Before or after our babies arrive, we may automatically have the soother in our baby bag for back-up. No parent knows whether their child will take to it; however, when they do, it can often be their comfort for as long as it’s needed.
The soother debate
There is no doubt ‘the soother’ divides opinion, creating lots of debate. After recently sharing my own thoughts, I found that a lot of parents became upset and frustrated, often feeling judged on the decisions they had made for their children. My belief is that it truly is each and every parent’s decision on what they want for their child. Sometimes parents are concerned that it may affect their child’s teeth, cause excessive dribbling, or even contribute to ear infections, but they can weigh up the pros and cons and make an informed decision, and manage the amount of soother use that their child has on a daily basis.
The benefits
Soothers have many benefits too, particularly for premature babies. Not only does it enhance their sucking reflex, but when given a soother to suck on before feeds, the baby can adapt more quickly from tube-feeding to bottle and breastfeeding. He may also be calmer and settle more easily before and after his feeds. This sucking reflex that our babies develop can relieve pain and distress - for example, if he's having his immunisations or is teething. Finally, the more well-known comfort is helping our babies and children soothe or calm when upset, and also as a means to falling asleep.

The time will come for many parents and children when they want to say ‘goodbye’, and for any anxious parent it’s the thoughts of it more so than anything else. While it is difficult to separate the child from its beloved soother, it is not impossible.
How we can help
Never attempt to get rid of the soother just prior to or straight after the arrival of a new baby; likewise, during times where there is a big change like starting crèche, moving rooms within the crèche, or mum returning to work. You want to pick a time that your child is content and in good form so he’s ready to make the change. Although we may feel they’ll never be ready, as parents we need to be confident in them that they can do it. Lay on the praise and encouragement, and make them feel good. If everyone has decided that the time is right for this change to happen, remember it’s really important to be consistent and persevere.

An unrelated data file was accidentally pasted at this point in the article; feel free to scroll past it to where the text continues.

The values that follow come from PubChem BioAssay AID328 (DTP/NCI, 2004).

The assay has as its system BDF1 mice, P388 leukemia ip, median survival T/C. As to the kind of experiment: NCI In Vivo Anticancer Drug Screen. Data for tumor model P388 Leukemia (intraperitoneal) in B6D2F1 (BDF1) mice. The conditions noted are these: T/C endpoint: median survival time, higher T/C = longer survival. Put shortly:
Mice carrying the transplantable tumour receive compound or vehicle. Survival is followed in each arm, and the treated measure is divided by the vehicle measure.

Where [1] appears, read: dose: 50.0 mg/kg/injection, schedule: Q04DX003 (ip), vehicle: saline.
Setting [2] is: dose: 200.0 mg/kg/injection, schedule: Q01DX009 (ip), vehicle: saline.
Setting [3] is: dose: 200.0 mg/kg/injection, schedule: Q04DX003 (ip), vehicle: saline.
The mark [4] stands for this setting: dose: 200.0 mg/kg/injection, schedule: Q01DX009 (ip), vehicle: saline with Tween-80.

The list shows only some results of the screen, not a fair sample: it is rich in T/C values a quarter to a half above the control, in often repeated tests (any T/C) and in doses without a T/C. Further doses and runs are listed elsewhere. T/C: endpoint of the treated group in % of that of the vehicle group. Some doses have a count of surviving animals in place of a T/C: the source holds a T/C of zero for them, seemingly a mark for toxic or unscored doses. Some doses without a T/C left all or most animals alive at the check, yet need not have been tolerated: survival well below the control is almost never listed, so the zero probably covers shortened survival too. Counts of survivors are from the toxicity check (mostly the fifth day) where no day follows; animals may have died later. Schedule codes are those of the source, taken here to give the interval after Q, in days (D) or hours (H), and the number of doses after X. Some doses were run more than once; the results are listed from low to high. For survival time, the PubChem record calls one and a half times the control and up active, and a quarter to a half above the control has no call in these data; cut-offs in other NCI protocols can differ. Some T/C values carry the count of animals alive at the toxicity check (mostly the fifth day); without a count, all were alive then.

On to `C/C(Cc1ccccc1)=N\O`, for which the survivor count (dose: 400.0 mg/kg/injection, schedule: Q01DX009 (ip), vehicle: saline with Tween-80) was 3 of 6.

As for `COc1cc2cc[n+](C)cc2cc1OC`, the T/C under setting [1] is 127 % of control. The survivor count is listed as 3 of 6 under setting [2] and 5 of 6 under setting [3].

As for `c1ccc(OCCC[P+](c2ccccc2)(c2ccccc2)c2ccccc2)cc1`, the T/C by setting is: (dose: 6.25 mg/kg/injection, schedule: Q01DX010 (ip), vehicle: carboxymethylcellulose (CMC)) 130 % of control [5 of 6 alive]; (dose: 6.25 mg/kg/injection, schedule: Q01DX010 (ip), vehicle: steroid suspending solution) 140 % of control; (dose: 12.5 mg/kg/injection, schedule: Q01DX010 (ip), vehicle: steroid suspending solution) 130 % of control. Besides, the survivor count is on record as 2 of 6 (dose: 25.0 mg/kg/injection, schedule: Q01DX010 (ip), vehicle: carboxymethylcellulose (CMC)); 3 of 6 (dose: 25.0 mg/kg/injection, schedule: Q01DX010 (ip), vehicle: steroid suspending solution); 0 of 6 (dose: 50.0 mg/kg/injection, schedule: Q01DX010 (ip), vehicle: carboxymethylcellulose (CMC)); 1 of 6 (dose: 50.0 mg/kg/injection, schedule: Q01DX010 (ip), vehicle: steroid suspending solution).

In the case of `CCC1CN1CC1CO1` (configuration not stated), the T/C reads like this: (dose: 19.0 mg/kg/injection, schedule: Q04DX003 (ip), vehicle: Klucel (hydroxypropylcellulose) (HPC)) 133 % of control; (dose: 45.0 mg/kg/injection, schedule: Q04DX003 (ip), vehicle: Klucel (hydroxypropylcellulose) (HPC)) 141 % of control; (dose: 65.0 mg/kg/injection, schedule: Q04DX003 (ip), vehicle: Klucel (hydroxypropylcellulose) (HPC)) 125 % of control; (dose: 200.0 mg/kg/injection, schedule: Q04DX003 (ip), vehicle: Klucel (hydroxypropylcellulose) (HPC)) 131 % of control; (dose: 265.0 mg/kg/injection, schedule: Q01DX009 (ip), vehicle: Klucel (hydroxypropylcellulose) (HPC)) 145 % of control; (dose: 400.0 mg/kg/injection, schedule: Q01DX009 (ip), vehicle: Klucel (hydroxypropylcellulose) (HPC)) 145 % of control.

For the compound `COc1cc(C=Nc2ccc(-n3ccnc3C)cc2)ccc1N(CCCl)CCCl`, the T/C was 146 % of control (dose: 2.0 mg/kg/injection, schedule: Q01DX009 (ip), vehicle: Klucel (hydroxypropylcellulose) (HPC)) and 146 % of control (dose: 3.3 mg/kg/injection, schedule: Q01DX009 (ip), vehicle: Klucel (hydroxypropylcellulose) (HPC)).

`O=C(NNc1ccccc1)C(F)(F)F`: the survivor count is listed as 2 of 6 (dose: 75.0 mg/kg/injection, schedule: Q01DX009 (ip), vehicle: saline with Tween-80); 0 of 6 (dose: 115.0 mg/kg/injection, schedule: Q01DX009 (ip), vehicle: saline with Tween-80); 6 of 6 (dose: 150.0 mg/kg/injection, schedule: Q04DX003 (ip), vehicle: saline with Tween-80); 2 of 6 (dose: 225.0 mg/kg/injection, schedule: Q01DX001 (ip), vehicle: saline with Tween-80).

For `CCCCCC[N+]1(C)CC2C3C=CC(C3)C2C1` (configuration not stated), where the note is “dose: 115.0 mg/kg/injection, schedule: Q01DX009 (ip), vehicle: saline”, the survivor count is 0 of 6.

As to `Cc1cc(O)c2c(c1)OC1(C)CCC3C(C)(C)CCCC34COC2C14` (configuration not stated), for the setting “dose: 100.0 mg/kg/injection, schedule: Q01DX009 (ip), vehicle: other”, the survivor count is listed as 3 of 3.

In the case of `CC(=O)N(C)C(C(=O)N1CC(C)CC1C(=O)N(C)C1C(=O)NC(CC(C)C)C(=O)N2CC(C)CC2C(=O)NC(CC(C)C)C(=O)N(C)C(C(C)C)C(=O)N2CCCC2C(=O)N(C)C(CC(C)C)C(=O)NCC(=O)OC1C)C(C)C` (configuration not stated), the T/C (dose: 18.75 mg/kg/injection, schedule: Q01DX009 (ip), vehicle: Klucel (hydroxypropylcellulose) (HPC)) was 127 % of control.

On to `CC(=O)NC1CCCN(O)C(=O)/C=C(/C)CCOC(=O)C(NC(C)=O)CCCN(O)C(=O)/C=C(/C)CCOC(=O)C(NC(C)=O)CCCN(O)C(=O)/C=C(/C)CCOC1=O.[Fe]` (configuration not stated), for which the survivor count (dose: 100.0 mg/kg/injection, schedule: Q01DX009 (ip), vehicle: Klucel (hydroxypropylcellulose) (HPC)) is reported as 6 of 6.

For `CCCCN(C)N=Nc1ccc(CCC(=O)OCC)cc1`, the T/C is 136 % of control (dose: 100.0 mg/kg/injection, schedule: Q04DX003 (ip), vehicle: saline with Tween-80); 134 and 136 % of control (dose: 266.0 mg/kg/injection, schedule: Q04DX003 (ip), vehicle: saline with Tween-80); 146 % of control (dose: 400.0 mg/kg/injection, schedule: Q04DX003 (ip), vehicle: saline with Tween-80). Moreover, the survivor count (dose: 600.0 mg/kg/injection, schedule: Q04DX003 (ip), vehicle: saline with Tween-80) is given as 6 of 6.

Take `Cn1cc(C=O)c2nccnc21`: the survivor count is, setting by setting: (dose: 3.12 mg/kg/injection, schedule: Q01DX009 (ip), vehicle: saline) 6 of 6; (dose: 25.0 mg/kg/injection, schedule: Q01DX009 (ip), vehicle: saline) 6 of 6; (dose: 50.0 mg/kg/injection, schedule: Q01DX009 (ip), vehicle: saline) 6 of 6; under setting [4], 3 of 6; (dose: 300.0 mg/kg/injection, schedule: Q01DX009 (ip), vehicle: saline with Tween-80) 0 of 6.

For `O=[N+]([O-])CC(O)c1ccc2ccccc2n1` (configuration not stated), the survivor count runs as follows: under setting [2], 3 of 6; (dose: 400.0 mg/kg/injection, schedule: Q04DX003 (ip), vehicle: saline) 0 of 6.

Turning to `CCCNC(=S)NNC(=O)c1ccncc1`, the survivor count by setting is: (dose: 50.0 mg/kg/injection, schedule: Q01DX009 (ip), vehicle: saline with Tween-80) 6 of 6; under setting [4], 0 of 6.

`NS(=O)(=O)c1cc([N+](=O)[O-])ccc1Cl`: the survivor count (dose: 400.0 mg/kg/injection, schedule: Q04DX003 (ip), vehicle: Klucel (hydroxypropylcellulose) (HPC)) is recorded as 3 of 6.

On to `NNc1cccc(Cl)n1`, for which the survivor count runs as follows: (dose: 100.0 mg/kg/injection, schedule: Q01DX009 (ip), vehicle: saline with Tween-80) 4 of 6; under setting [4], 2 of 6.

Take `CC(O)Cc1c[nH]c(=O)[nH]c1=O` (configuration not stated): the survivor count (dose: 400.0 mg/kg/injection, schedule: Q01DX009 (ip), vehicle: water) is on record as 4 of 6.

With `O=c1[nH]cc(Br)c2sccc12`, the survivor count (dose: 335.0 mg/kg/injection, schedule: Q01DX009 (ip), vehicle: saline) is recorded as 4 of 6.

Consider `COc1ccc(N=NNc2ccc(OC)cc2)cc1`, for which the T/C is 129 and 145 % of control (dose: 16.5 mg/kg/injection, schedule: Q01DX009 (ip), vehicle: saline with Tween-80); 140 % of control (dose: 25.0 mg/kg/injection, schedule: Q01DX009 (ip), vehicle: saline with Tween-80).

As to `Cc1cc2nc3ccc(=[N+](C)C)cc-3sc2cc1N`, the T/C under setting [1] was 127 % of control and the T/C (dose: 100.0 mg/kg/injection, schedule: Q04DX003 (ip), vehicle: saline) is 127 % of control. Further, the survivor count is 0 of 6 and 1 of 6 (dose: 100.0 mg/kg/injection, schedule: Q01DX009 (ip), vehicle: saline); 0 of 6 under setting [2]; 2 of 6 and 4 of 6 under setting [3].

Prepare your child
Often, the best way to start is to talk to your child beforehand, to prepare him, and then go cold turkey. Firstly, have a reason why the soother is going away - choose a special time like Christmas or a big boy birthday. Come up with a plan together that your child can agree to, and then follow through with it. Ideally, time it when you have support at home, preferably over a weekend, and decide on lots of distractions like swimming, playground fun, water play at home, finger painting or baking!
Story-themed books
There are lots of story-themed books that can help your child understand and take comfort in giving up their soother. 'I Want My Dummy' by Tony Ross and 'The Last Noo-Noo' by Jill Murphy are just a couple that parents have found helpful. Story-themed books, in general, are a great medium for children to communicate the more difficult feelings, emotions and life events! I recommend them wholeheartedly to parents as a positive means to chat to their child.
It’s all about the Fairies
For one parent, “We put my three-and-a-half year old's soothers in a plastic bag and told her the Soother Fairy would bring her a little toy she wanted in exchange for them. We had talked for months about giving them up and explained that soothers are for babies and not big girls. To our amazement (and we have a strong-willed child!), she willingly put them outside the front door. In the morning, a beautiful package was there with the toy she requested. She never mentioned the soothers again."
Although it might not be that easy for every parent, there is a great Fairy Tree in Marley Park, near Rathfarnham, where all the little boys and girls pin their soothers along with the rest. In Rathbeggan Lakes in Co. Meath, Síog the Fairy will collect your soother and in return all the brave boys and girls receive a certificate! Or you can visit the fairies on the ‘Enchanted Fairy Walk’ in Tymon Park. These experiences can be a memorable time for a little person, so marking that special ceremony can be full of magic.



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